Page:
She squares her jaw and her eyes twinkle. Her husband leans over the back of the couch, nearly resting his chin on her shoulder. The tenderness between them is almost a fragrance and it is a small blessing just to sit there and breathe in.
On the way home I meet YoungSon at his carpool and we make our way home in the sunshine - I coasting on my bike, he running full-throttle a quarter of a mile at a time. This is one of the ancient joys: to see your own child running for the joy of it and in a strong body.
When we came to our corner he says, "Can we stop and see Nora?" who is 95 or thereabouts and whose stories about this street we live on (told in a cadence tinged still with a trace of Swedish) - stories about walking to the tiny little schoolhouse back in the days when everyone was Swedish farmers, back before TV or electricity or cars - have rooted our hearts here.
Nora comes to the door in her walker, laughing at herself, "You've caught me knee-deep in a good book!"
YoungSon is the one who usually initiates coming here, though he never says a word once we’re there. Just sits on the couch next to me in her tiny front room with Nora across from us beneath her lamp, the light from the window on her face. It’s such a good face - nearly a hundred years of laugh-lines and white hair in a wispy nimbus.
YoungSon sits and listens while she tells us, “Anyways – ” about how she and her niece went up to the $1 book sale at the PUD and she's come back with a whole bag of books – she pats the full bag next to her chair.
"Anyways, we'll have to go back. Like I say, I've already read five of them,” and she laughs softly at her own prodigality. A Walk to Remember is her favorite so far, but this book she’s started today, it’s a good one, and she tries to keep from glancing at it.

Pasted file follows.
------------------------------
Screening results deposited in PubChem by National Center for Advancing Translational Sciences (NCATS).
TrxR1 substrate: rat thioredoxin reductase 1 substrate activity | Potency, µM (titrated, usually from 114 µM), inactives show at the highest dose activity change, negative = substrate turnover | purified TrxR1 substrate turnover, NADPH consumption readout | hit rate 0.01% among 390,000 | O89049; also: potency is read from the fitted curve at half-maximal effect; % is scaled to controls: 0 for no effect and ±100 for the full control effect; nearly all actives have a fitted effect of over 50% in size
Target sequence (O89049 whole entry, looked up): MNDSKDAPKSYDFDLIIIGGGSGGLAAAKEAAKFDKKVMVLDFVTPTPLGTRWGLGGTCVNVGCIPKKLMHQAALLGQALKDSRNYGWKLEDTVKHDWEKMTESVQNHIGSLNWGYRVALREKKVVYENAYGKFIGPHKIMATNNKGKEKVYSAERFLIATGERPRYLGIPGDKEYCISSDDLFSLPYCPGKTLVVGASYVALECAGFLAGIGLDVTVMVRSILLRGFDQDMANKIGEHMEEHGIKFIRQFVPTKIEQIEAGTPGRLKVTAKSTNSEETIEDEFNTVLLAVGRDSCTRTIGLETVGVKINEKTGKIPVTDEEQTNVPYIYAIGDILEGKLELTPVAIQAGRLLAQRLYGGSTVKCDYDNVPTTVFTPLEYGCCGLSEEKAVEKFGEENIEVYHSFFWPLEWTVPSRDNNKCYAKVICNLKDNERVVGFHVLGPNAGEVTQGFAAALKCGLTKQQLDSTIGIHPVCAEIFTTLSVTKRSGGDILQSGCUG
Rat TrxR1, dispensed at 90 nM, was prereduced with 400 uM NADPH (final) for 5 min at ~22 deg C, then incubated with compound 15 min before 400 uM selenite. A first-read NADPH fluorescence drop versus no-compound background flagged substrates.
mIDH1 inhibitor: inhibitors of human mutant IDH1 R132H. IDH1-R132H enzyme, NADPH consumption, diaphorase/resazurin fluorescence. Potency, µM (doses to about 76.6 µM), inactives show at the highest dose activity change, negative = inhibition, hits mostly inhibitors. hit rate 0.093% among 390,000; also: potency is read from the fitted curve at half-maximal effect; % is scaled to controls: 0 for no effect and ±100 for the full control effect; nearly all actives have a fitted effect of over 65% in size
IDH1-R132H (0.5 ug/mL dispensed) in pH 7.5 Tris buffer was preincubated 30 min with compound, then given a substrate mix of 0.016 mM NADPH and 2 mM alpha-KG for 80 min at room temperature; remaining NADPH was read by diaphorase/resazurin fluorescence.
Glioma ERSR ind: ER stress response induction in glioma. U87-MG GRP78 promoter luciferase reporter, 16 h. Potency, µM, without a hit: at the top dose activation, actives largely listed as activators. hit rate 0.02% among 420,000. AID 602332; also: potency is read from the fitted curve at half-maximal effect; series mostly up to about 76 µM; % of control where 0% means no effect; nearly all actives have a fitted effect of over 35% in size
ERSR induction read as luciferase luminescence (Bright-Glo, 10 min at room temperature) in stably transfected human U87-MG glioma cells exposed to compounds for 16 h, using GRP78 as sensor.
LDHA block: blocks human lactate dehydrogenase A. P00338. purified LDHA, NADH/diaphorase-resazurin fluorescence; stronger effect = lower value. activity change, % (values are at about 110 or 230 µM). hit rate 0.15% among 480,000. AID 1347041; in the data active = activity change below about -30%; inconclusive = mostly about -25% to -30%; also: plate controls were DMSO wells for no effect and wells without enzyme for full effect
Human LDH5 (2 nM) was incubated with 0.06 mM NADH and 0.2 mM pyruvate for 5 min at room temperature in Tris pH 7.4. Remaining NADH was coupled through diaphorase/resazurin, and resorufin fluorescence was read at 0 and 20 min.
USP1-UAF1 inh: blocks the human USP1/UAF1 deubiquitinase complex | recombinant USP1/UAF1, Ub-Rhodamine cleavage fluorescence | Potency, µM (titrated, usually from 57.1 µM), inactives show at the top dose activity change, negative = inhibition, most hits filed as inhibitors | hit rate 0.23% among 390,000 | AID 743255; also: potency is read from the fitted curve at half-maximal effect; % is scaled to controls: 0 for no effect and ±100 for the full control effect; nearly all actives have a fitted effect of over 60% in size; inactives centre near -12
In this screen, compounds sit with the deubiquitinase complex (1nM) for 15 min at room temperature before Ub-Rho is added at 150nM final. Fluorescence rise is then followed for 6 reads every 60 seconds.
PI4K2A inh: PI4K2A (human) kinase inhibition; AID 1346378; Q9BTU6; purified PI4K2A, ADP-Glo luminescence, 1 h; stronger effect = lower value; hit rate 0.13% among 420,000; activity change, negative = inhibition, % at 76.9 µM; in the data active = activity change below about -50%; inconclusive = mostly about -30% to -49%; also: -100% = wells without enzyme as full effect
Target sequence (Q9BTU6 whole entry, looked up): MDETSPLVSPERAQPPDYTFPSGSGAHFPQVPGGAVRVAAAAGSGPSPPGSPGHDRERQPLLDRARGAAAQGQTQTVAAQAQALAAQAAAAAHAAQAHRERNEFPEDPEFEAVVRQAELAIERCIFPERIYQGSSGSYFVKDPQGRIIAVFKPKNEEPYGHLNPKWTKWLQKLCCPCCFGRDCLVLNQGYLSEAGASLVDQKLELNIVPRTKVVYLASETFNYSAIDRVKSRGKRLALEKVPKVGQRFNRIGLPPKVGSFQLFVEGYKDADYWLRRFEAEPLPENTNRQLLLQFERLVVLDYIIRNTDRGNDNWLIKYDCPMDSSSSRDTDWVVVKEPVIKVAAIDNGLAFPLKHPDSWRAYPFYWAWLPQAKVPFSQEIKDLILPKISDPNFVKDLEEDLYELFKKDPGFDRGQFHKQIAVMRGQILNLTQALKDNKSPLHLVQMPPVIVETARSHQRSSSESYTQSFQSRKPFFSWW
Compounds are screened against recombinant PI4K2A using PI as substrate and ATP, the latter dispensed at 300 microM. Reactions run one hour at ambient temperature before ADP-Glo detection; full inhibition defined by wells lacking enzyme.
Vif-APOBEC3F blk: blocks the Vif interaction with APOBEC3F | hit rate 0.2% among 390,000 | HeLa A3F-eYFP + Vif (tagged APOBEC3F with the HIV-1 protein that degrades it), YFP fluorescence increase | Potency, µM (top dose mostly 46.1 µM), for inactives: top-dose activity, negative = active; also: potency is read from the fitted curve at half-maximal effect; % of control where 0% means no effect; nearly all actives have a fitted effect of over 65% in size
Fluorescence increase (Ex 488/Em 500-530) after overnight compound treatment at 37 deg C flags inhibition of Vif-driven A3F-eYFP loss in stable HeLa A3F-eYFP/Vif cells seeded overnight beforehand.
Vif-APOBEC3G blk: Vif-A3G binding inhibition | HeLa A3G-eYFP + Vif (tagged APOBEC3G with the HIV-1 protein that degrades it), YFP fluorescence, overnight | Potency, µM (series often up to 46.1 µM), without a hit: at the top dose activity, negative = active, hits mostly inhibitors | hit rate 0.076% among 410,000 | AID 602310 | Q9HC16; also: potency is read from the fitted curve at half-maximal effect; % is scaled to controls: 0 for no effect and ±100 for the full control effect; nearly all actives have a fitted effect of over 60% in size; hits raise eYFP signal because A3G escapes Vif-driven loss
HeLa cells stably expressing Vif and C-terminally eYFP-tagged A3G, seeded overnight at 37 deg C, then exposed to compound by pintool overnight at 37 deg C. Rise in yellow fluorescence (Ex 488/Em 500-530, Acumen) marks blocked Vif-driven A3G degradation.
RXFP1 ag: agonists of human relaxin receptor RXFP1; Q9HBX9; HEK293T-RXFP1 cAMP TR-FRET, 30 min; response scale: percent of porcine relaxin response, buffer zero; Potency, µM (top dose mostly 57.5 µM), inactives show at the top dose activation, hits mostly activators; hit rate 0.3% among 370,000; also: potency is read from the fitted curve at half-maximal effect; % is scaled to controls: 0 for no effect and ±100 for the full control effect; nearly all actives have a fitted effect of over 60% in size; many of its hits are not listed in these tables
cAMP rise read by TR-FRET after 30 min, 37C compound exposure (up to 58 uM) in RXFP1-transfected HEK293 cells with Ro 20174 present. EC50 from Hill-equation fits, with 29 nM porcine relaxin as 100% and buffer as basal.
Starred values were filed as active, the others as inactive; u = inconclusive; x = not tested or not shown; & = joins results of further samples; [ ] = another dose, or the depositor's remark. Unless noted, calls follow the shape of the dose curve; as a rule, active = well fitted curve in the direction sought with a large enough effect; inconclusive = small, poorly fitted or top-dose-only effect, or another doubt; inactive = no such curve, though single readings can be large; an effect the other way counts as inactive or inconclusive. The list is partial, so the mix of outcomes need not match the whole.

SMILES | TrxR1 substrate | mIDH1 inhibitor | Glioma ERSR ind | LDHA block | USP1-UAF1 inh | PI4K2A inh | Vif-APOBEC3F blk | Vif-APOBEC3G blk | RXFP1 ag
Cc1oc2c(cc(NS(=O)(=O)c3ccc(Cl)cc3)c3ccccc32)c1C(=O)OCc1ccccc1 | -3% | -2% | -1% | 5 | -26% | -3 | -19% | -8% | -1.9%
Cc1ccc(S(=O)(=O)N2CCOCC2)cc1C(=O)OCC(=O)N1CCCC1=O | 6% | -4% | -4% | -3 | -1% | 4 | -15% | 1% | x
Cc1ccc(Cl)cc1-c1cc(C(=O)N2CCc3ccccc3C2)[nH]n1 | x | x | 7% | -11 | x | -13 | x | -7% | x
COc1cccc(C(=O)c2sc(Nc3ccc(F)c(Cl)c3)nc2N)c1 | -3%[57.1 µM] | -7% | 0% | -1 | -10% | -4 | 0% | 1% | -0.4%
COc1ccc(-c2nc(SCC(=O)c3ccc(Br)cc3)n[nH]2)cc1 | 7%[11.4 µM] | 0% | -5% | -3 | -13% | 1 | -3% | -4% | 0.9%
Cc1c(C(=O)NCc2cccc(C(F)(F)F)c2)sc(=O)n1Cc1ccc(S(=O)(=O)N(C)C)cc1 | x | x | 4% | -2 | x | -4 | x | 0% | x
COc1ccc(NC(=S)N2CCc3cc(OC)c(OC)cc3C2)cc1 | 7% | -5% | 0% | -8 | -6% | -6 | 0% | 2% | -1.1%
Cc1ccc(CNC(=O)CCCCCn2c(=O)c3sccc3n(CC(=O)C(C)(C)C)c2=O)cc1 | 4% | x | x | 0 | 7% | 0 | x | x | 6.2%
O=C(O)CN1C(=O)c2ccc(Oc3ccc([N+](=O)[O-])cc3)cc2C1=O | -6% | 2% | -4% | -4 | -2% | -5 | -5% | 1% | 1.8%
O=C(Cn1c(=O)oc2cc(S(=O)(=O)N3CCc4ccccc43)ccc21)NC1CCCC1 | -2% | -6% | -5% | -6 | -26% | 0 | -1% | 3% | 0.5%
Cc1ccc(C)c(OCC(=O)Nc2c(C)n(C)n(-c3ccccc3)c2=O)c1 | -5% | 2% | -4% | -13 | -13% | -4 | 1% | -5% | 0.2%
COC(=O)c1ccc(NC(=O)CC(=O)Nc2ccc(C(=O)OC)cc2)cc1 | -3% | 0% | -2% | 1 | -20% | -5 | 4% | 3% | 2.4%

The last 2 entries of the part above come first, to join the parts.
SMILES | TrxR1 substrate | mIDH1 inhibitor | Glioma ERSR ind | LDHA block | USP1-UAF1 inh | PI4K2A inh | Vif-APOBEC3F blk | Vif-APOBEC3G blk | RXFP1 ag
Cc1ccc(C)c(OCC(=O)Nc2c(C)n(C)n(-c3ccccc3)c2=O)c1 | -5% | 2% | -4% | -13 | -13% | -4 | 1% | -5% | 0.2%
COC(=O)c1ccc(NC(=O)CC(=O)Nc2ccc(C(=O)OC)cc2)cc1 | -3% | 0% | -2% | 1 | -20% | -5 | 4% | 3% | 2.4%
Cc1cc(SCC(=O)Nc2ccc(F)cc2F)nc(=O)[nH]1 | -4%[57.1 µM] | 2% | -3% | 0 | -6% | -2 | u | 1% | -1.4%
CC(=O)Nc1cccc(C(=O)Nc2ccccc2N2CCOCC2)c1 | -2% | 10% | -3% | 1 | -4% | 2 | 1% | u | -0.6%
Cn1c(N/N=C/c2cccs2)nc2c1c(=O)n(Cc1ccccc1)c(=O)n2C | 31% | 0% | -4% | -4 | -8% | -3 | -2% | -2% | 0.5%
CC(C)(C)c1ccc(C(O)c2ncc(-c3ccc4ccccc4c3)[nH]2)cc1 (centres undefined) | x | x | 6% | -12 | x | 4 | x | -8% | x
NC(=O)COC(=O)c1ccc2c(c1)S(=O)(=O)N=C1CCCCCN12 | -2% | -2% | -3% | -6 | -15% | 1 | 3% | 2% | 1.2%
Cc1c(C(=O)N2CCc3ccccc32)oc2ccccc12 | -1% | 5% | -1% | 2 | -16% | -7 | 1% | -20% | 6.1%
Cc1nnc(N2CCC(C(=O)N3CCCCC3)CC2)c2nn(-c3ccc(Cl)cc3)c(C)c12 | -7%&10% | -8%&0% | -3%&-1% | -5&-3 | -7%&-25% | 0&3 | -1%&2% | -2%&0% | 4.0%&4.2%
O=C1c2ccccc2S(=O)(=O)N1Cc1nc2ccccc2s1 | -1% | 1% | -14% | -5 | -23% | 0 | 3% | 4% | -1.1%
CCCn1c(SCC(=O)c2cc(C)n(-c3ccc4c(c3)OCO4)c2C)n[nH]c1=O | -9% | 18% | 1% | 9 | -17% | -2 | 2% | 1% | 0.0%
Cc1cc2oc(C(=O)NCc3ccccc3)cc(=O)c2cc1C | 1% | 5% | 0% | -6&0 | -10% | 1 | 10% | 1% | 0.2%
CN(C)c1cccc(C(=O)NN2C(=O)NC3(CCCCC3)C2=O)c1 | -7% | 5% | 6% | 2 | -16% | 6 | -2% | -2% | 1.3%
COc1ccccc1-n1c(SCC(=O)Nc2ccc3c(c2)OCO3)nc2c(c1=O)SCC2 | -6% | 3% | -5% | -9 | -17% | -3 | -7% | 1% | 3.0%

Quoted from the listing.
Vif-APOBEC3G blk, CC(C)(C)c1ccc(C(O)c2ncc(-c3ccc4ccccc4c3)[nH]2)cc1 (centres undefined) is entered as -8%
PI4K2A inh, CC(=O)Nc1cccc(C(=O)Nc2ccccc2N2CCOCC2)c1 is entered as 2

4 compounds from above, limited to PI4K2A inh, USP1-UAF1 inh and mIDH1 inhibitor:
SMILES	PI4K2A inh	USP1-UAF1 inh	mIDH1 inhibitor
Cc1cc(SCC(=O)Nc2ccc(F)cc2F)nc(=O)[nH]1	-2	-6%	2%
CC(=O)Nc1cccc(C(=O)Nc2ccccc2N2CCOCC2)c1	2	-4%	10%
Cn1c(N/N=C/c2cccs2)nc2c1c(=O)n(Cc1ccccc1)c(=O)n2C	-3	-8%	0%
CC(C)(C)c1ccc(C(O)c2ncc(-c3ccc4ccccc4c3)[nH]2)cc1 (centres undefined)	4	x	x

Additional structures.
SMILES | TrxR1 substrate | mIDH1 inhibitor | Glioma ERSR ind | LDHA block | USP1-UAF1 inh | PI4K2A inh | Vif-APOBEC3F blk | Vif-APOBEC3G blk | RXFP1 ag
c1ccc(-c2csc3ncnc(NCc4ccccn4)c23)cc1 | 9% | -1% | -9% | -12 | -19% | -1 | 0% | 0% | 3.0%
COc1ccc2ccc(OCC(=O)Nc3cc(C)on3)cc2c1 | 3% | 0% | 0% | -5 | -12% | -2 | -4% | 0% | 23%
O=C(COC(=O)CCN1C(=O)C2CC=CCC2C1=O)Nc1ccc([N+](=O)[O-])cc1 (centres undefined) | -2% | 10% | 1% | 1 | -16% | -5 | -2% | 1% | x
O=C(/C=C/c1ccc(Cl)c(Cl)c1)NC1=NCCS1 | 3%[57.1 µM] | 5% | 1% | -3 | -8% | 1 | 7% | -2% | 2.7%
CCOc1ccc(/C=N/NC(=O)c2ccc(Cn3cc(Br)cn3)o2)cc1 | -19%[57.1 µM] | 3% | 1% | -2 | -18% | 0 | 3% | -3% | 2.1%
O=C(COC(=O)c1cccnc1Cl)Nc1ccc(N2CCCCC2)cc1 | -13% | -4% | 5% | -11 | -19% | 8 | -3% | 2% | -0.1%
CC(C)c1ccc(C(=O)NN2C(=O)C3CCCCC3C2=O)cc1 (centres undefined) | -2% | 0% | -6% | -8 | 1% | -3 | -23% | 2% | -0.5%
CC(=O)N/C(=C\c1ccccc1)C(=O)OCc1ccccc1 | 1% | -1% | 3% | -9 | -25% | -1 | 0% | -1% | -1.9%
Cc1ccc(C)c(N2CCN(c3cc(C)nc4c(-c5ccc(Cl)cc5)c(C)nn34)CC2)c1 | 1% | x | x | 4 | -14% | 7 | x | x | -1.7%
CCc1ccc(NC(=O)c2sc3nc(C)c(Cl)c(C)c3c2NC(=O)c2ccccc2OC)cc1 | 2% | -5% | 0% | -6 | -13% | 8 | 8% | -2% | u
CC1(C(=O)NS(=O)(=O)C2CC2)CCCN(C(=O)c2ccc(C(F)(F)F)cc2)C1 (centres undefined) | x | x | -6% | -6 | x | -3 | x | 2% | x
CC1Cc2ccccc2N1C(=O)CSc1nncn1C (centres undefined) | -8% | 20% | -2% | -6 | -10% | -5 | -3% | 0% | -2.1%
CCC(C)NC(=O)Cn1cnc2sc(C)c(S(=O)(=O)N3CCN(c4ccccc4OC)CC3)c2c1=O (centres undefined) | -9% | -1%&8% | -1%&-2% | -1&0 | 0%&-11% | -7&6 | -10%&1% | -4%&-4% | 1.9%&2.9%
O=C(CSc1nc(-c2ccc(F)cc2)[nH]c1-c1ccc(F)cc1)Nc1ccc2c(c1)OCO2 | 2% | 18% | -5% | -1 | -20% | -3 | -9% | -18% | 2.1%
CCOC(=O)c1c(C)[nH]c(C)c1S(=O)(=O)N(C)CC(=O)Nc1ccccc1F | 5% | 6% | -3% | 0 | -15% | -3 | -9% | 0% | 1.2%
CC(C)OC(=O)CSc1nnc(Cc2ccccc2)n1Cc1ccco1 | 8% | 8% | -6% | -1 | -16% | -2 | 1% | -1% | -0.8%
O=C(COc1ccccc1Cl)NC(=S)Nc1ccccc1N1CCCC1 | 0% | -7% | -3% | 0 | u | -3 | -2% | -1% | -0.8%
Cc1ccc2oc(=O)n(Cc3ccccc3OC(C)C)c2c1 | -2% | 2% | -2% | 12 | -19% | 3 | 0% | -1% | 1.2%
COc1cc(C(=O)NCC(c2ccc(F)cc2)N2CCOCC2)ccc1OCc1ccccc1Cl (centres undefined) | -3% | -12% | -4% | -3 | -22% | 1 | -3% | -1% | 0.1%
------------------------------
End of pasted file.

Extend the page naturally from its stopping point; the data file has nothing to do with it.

We don't stay long (understanding the call of a good book) and when we rise to go, YoungSon gives her his usual hug and, as always, she chuckles and pats his back, "What a good boy. Like I say, you never forget my hug."
And that was Tuesday.
Wednesday I wrote and was only a little bit miserable. And the sun shone. And when I got back on my bike again to come home after errands in town my legs began to sing their little song of returning strength (something like what the backup singers might sing in a soundtrack to . . . say . . . Strong Man Rejoicing). And the piano teacher cancelled lessons.
And Thursday the sun shone (again!) and the dentist was able to smooth over the broken edge of my tooth that my tongue has been worrying over and over and there were blossoming cherries on one of the trees outside his office window and bright-red holly berries on the other tree.
And Friday we were able to hold our planning meeting outside, which made it a good meeting. Then later YoungSon and I threw rocks in the creek and walked back up our hill together.
And Saturday I used my new hula-hoe.
And Sunday I read Gilead with wet eyes and incredible gratitude for Marilynne Robinson whose two novels have given me more pleasure than many other authors with ten or twelve novels apiece.
(And now putting in the link to Robinson's book I see that she has three novels now and I have a library card . . . oh the joy!)
Now I can't wait for next week.